Striker Awards: There are seven Striker awards, and they are given out in a specific order in tournament play:
- Penalty Kick: 30 million for shooting the goal. Since a first-ball goal is worth at least 30 million anyway, this is actually less valuable than just shooting a goal! It’s safe to ignore Penalty Kick, but if you think you can make it, you might as well.
- 3 Goals: Great award, especially on Ball 1 where it is effectively worth 60 million plus the chance for 105 million more. If you bounce around and light the second Striker early, this is well worth going after even if you haven’t started Penalty Kick yet.
- 3 Cities: Another great award, this is best spent when no cities are lit. Avoid temptation: do not shoot for Boston Tea Party unless there is another reason you are already shooting the spinner. Its value is very low compared to the risk, and very low compared to the value of advancing toward multiball with another shot.
- Extra Ball: 50 million point award.
- Unlimited Kickback: Kickbacks are extra balls, so this is the sweetest award of the bunch. If you get this, go for multiball immediately.
- Super Free Kick: Disgustingly bad! Next!
- 20 Million: Wow, what a great award!
TV Awards: Do not shoot for TV Awards, and do not change your strategy when playing a TV Award. Many players dive into Big Goal Round for its average of 20 million per shot, but ignore the lit Goal on Ball 1… which is worth 30 million. Play your normal strategy during TV Awards. The only exception is Extra Ball Round, because the Striker hole is worth 50 million per shot as well as the Lock advance. But I still think this doesn’t change strategy — you should be shooting for the Striker hole frequently anyway since the Lock advance is so valuable. Hit the Goalie and Where’s Striker are risky and do not score nearly enough to be worth playing in competition.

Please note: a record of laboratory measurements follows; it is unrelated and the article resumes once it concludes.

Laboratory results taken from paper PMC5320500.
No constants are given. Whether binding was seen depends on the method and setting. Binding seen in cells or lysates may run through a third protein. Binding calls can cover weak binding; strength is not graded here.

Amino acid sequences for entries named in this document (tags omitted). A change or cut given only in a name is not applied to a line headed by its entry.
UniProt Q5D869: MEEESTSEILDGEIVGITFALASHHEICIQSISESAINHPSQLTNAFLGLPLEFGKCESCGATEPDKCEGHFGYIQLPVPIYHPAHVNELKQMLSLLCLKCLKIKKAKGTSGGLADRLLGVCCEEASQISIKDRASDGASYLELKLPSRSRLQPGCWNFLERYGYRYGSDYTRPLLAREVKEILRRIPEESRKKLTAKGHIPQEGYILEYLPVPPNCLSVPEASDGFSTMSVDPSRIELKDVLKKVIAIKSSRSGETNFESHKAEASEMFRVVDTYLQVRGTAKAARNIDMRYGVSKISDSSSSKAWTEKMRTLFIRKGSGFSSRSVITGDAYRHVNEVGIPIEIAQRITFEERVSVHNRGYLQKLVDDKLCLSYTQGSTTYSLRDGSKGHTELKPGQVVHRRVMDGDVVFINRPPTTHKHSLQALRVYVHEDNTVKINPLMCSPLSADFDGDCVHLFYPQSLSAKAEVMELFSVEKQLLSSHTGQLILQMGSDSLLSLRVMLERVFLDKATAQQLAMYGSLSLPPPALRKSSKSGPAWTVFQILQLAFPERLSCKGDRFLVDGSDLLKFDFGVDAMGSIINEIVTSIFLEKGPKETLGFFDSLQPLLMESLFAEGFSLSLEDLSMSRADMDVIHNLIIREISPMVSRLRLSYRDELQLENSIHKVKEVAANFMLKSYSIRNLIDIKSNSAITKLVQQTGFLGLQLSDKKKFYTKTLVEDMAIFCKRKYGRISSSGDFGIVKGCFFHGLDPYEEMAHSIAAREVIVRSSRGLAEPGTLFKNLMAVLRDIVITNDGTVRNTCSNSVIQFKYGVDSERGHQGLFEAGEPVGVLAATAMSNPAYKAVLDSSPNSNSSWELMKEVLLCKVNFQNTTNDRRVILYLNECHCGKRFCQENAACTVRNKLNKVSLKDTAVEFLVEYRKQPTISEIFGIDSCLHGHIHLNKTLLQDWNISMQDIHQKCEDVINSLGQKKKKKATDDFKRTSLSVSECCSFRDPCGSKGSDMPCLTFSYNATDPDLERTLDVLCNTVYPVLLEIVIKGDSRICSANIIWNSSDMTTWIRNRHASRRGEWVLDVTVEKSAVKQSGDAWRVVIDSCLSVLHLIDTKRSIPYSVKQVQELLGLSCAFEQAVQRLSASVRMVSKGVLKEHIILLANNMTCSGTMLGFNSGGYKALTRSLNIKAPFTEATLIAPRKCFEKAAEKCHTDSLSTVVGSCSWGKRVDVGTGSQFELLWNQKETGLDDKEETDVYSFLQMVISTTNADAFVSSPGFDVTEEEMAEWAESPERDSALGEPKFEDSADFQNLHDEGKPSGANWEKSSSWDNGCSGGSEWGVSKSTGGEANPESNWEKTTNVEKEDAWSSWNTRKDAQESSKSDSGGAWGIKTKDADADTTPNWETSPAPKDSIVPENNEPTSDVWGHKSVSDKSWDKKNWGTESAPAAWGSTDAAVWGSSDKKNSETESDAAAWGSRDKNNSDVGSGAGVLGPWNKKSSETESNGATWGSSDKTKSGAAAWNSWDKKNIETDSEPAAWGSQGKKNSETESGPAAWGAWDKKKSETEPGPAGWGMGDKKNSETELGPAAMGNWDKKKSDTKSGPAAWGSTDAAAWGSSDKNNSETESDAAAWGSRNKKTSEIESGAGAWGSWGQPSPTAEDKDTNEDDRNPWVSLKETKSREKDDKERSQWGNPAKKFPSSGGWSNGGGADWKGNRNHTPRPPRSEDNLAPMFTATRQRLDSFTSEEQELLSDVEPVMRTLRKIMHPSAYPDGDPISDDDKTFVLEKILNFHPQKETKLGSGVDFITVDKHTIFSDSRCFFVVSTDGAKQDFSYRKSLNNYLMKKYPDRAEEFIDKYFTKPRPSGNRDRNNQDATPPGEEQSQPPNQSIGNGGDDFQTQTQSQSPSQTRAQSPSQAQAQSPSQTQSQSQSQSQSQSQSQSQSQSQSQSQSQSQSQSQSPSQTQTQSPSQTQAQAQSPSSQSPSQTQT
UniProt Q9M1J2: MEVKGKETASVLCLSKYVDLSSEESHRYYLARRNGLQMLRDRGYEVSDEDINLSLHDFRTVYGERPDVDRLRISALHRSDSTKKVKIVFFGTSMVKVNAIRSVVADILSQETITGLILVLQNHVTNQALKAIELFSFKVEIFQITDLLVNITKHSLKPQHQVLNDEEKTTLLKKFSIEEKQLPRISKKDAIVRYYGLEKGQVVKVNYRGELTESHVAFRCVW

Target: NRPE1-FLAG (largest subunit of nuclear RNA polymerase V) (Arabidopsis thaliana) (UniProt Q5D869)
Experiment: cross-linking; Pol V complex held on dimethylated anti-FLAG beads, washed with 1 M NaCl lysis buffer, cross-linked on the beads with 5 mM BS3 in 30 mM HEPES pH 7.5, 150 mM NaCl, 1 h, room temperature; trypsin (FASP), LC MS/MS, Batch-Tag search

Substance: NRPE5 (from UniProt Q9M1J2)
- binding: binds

The Magnet: What? There’s a magnet? The Magna-Goal button is a source of credit dots on many World Cups, since it is rarely used. Dude, use it! It’s there for a reason, and it really works. There are two situations where it is easily used:
- The ball is rolling slowly down the middle from those star rollovers! Panic! Or push the magnet button, duh.
- The ball is hanging on the left ramp and about to scream toward the middle! Panic! Or push the magnet button and you might be helped.
Why not use it in these situations? It’s not like you’re saving the use of that button for something else, and you don’t get points for not using it. Try it, you’ll like it! Don’t do something that might lead you to say “Oh right, the magnet button…”
Score targets: If you need this many points… try…
- Less than 100 million: get a goal or two, or look for what Ultras are running. Keep in mind you may not actually need 100 million due to bonus.
- 100-500 million: go for the regular multiball unless you are really close to Los Angeles and the kickback is lit.
- Over 500 million: play your normal strategy. Multiball is a good idea, cities generally not good unless you are close to Los Angeles.
At PAPA 12, a very difficult World Cup was featured in A Division with lightning (Fish Tales / Dracula) flippers and very hard settings. Only six players scored over 1 billion, with 250 million being the score to earn points. With a tough game, shot efficiency becomes even more important, and basically anyone making multiball was certain of scoring something from their game. In B Division, the game was a little easier, but still only 8 players scored 1 billion, with 350 million being the score to earn points, and another 8 players scoring 1 billion between the C, Juniors, and Seniors divisions. These results suggest that going for cities is very weak: you don’t need Los Angeles to succeed, and you’re very unlikely to get there if you try.
I hope this helps and let me know what you’d like to see next.
– Bowen, very former PAPA champion